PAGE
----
Postseason heroes come from all areas on the field, making it difficult to predict which players will make the difference as the Audi 2021 MLS Cup Playoffs begin this weekend.
With that in mind, we've weighed up which clubs have the advantage across each line of the formation and in goal as they strive to raise MLS Cup on Dec. 11.
We've ranked a top three among the 14 teams for goalkeepers, back liners, midfielders and attackers (strikers and dyed-in-the-wool wingers), with an honorable mentions list for each.
All factors were considered, including depth and injury woes, but expected starters and big playmakers carried the most weight.
Think of reigning Goalkeeper of the Year Andre Blake as essentially a 1B in this ranking. He easily topped the league in clean sheet percentage (46.2%!) and was also best in MLS in outperforming his team's expected goals allowed (xGA) per 90 minutes. Few netminders have the ability to steal games like the Union man.
This was a solid bounce-back season for Tim Melia, who recaptured his mojo with both shot-stopping and area command. Of course, that's only part of the reason why he narrowly beat out Stefan Frei and Maxime Crepeau for this slot. When it comes to penalty shootouts in knockout games, there's no one like the iron-willed Sporting KC backstop.
Close but not quite: Seattle, Vancouver, Atlanta, New York Red Bulls.
Led by potential Defender of the Year repeat artist Walker Zimmerman, the Music City boys co-led the league in goals allowed and easily topped all in xGA. Only three teams allowed fewer shots and nobody forced opponents into more speculative long-range attempts. Zimmerman is deputized by the perpetually underrated Dave Romney, while noted troublemakers Daniel Lovitz and Alistair Johnston are one of the top wide back duos.
Despite going without pressure valve workhorse Nicolas Lodeiro for most of the season and a merely okay season from Frei (by his lofty standards), the Sounders were joint leaders with Nashville, allowing just 33 goals in 34 games. The basis for this accomplishment was a rangy backline marshaled by busybody Yeimar, and the consistent field-tilting of their deep fullback stable.
The Rapids talent tends to get overlooked because of their reputation as a team greater than the sum of their parts. But their backline group is constantly and rudely underrated. After all, Colorado conceded just two more goals than the two teams listed above them. Bottom line: Lalas Abubukar, Keegan Rosenberry, Auston Trusty and the rest of the gang simply don't get enough love.
Close but not quite: New York City FC, Philadelphia, New York Red Bulls, New England.
With Lodeiro back and presumably fresh as a daisy for another MLS Cup hunt, the Sounders have three Best XI-caliber players to anchor their midfield. No other club can match that. Defensive midfielder Joao Paulo carried tons of extra weight while Lodeiro was out. Cristian Roldan plays exactly like a captain should, capable of making any kind of play when it's needed. That enviable trio gets plenty of support from the wily Kelyn Rowe and a few energetic youngsters learning on the job.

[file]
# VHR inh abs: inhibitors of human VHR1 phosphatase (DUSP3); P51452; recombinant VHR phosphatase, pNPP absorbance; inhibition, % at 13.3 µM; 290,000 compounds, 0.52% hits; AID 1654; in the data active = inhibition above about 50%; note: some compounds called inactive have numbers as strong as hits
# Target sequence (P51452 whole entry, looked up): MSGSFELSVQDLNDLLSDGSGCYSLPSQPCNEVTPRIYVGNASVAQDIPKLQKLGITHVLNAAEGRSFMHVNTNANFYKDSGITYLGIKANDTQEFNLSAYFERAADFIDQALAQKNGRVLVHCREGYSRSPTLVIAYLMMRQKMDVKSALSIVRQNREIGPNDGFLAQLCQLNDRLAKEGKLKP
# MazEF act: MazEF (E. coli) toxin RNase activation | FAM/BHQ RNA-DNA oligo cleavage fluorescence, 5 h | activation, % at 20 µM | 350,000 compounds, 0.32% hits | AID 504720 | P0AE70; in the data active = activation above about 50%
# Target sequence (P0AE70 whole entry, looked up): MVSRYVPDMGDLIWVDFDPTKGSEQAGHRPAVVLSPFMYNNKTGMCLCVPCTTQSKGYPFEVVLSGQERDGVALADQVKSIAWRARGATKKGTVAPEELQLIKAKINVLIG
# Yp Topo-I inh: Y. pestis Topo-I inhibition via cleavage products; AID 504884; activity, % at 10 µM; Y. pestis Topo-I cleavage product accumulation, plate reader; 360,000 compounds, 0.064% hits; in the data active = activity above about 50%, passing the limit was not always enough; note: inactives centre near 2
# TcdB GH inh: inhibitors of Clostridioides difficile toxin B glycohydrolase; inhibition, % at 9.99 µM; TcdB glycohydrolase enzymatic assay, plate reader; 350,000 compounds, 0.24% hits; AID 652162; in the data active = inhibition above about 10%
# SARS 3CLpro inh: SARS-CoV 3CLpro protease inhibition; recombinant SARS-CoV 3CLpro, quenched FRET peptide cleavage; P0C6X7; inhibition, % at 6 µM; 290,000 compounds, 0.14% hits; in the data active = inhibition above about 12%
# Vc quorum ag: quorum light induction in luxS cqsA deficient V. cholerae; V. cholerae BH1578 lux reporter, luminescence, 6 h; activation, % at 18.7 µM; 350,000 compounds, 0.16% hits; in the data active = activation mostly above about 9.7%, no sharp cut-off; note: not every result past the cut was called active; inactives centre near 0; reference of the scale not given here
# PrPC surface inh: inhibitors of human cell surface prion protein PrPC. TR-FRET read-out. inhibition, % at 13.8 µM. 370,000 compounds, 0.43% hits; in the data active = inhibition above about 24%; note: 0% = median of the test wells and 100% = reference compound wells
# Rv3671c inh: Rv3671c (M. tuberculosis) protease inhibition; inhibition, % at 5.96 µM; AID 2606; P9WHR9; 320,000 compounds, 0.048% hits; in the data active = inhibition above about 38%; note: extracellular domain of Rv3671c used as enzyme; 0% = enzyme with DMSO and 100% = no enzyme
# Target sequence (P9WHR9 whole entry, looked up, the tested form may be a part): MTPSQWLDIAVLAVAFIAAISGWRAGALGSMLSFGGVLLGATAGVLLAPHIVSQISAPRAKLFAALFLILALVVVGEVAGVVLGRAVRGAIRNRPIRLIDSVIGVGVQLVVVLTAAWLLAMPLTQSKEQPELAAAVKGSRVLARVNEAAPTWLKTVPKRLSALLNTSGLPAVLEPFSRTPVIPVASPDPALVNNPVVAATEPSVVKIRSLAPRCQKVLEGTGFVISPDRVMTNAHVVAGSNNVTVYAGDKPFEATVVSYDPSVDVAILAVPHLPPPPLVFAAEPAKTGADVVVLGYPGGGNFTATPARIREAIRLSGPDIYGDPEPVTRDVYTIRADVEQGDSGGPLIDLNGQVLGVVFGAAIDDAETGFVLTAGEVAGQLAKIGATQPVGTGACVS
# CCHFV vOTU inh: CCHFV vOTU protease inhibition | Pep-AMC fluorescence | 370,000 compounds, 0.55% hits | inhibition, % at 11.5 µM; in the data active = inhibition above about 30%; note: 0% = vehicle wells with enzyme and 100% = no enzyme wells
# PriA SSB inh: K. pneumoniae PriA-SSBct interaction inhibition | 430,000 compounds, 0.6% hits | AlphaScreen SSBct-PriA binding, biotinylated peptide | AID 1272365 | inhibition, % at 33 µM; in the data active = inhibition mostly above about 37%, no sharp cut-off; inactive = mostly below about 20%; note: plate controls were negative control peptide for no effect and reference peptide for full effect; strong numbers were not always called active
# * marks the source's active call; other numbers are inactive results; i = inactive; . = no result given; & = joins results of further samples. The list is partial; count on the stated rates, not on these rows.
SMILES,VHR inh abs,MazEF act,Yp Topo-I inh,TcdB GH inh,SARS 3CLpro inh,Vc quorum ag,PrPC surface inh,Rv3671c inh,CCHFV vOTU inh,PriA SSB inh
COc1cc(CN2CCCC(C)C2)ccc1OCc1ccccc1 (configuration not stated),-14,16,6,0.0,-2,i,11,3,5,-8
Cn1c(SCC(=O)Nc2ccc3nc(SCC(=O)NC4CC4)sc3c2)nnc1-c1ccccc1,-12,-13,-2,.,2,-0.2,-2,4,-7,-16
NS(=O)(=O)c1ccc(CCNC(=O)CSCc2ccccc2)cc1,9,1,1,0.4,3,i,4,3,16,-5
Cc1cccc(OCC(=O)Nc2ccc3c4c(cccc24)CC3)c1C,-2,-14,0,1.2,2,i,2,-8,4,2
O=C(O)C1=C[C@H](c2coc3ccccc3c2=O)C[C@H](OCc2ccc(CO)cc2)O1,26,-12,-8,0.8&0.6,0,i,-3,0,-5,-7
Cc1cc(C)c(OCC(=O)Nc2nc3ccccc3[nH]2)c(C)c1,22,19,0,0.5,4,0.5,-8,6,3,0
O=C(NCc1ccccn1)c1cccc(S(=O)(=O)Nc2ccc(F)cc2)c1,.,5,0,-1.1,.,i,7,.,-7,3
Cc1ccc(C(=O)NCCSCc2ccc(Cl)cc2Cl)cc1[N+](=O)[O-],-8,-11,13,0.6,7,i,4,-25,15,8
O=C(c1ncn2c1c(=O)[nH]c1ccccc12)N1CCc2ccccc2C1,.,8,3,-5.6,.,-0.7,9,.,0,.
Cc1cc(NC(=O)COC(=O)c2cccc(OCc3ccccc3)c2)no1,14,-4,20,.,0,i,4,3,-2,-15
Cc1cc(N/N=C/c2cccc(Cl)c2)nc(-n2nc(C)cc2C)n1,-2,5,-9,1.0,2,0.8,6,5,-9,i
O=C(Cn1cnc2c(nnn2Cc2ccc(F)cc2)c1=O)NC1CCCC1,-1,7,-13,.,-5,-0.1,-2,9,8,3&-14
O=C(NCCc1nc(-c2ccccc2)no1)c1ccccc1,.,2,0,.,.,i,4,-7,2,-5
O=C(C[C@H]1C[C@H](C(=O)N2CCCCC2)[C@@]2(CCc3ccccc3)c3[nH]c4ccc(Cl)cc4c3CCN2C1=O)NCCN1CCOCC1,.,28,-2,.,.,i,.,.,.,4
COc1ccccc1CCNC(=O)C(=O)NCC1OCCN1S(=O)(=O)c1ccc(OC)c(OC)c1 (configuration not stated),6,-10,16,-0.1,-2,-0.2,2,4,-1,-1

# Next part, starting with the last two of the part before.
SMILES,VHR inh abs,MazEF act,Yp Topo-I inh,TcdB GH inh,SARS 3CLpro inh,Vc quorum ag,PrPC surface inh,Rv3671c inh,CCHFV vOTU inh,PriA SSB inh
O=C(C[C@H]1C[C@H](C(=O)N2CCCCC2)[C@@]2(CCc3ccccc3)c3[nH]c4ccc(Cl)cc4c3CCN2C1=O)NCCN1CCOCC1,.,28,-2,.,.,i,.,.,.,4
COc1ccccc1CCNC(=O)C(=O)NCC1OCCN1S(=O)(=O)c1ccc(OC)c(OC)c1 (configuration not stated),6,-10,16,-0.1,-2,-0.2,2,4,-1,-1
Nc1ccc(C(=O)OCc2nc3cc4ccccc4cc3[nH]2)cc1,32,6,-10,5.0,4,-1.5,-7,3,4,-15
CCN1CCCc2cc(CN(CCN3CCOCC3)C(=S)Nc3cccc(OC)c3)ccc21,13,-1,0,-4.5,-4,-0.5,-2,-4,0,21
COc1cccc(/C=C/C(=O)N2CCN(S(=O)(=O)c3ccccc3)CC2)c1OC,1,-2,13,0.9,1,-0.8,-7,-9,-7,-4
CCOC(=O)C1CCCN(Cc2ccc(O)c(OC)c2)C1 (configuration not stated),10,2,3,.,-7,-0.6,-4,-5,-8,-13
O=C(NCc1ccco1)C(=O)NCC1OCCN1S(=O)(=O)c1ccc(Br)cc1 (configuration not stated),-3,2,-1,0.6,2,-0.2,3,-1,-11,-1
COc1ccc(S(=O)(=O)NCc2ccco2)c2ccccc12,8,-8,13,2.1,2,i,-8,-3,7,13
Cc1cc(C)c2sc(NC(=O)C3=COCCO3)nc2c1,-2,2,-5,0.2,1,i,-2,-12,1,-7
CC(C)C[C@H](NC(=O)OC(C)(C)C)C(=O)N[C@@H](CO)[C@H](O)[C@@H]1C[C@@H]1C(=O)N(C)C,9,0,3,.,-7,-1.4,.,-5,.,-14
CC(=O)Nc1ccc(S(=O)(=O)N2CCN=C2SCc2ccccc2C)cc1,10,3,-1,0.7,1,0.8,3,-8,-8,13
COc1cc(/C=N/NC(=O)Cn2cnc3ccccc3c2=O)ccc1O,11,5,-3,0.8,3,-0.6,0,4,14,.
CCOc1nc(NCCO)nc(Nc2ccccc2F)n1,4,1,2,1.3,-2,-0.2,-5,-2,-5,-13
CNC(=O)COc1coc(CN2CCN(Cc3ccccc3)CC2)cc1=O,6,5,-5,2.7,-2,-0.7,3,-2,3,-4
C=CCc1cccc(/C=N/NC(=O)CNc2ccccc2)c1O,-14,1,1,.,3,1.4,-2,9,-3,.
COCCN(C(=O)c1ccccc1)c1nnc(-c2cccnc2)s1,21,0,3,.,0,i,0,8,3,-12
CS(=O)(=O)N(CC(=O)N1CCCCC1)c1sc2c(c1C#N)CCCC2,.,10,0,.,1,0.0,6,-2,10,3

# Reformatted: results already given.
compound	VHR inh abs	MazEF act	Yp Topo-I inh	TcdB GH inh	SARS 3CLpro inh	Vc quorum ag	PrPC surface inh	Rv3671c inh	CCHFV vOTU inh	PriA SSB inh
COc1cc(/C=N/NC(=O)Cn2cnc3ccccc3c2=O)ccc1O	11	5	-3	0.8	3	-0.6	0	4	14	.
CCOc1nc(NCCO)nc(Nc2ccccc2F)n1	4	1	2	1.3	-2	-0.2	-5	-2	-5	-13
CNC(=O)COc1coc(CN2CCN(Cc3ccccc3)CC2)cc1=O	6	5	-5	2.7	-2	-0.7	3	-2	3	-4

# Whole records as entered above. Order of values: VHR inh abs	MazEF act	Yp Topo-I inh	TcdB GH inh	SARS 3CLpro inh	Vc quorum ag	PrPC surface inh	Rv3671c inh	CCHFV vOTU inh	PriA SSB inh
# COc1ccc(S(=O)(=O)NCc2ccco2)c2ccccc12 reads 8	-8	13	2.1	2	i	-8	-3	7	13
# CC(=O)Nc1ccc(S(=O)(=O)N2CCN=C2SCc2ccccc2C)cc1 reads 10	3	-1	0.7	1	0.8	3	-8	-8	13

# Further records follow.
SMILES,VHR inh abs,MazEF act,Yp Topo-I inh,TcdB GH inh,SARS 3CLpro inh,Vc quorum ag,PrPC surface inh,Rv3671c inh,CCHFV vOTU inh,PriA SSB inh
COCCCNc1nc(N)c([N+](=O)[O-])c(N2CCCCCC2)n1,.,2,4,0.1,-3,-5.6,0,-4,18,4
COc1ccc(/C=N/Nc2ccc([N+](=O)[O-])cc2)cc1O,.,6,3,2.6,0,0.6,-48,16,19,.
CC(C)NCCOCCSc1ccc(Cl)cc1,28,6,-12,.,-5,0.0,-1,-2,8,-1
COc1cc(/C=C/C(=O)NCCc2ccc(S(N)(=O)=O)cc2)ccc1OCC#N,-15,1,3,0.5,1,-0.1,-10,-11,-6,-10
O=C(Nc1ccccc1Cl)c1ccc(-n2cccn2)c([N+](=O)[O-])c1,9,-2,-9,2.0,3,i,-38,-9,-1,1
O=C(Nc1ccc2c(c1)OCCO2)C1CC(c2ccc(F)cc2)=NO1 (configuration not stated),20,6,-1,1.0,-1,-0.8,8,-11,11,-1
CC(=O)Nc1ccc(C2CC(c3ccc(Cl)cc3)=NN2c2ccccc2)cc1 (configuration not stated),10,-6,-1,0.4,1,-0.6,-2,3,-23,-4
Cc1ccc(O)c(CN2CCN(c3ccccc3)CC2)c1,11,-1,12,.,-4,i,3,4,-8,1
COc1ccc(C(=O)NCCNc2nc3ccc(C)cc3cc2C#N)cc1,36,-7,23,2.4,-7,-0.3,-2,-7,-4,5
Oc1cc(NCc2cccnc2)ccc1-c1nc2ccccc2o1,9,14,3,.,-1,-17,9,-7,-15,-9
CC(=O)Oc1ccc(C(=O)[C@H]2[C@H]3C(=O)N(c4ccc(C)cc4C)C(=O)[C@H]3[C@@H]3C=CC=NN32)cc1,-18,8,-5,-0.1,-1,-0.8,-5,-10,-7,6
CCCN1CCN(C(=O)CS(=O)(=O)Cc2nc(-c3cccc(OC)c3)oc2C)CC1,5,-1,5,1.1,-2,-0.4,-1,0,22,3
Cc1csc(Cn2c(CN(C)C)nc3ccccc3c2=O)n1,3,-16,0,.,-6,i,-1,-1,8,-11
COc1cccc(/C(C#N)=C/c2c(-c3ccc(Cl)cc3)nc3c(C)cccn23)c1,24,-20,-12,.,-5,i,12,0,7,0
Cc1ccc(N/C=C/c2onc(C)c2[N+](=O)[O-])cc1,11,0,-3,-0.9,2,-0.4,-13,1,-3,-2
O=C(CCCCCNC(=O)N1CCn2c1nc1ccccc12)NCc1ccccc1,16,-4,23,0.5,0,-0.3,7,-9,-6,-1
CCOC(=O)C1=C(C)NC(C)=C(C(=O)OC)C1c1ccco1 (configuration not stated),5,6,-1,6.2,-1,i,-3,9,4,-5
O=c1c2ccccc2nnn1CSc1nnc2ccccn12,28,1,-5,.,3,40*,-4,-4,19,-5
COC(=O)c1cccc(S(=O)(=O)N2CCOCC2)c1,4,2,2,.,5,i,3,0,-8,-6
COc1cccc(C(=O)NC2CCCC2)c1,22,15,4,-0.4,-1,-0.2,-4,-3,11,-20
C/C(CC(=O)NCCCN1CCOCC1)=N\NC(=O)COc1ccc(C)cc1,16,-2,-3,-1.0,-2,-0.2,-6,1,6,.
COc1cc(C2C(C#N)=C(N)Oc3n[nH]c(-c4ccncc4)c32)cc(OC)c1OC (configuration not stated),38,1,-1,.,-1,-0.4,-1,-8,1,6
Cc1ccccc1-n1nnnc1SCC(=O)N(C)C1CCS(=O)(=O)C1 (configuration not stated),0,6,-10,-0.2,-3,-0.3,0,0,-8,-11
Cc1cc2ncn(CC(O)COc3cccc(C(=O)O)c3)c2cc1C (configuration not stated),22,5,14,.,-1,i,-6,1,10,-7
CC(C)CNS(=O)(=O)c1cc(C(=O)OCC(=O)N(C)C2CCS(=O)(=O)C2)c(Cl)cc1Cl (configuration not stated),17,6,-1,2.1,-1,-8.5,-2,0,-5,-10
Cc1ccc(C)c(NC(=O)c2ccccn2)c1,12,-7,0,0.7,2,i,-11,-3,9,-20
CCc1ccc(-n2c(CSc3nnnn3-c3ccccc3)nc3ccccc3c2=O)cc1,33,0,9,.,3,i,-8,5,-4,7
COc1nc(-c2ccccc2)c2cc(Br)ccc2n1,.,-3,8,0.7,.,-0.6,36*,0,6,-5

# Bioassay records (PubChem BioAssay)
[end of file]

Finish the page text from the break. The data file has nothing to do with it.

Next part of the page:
This Union crew shouldn't be called a midfield, they should be called a swarm. They come at you hard from all directions, in all directions and with a wide array of skills. There's plenty of bite on offer from Jose Martinez, Leon Flach and Alejandro Bedoya. Guys like Jamiro Monteiro, Daniel Gazdag and Paxten Aaronson bring the flash. It's a deep corps that Jim Curtin can arrange in a variety of ways, and no matter who starts there's always impact available from off the bench.
If you're wondering how the Loons have managed a winning record despite wastefulness up front and untimely mistakes at the back, look no further. Their midfield is overloaded with experience and verve. Few clubs can match the one-two punch of Osvaldo Alonso and Wil Trapp at base camp, and only Supporters' Shield winners New England have a chance creator as good as Emanuel Reynoso. Add in Hassani Dotson's motor, and the ability to bring tone-setters like Jan Gregus and Jacori Hayes off the bench, and you darn near have enough midfield for two winning sides.
Close but not quite: Nashville, New York City FC, Colorado, Vancouver, Portland.
Take the Landon Donovan MLS MVP frontrunner (yes, I'm counting Carles Gil as more of an interior winger than a midfielder), add in a dash of one of the league's scariest flank threats (Tajon Buchanan) and blend it with a double dose of strike power (gunner Gustavo Bou and target master Adam Buksa). That tasty little recipe fueled the MLS-leading Revs offense and one that outdid its xG by nearly nine goals. That quartet accounted for multiple goals (14 times this season) twice as often as they were held off the scoreboard (seven times). And Teal Bunbury and Arnor Traustason are productive supplemental pieces.
Even if Alan Pulido was still in recovery bay from his knee surgery, this attack collective would only drop one spot. That's because bookend terrors Johnny Russell and Daniel Salloi are so disruptive and fruitful that Sporting KC still put up 20 goals in the 13 games their snazzy DP striker missed this season. That's a goal rate that would have placed them 10th out of 27 teams. Pulido returned to training last week. That means absolute handful Khiry Shelton gets to come off the pine to work tiring defenders in circles, which just opens lanes for Russell and Salloi.
Since Sebastian Blanco firmly parked his brilliance back in the Timbers' lineup in late August, the team has struck for 29 goals in 13 games (and they weren't exactly toothless before then). Gio Savarese also has a pair of double-digit scorers in Dairon Asprilla and Felipe Mora, a catch-me-if-you-can buzzer in Yimmi Chara and pure strike efficiency off the pine in Jaroslaw Niezgoda. In 2021, only New England had a better goal-per-shot ratio.
Close but not quite: Seattle, Orlando, Atlanta, Salt Lake.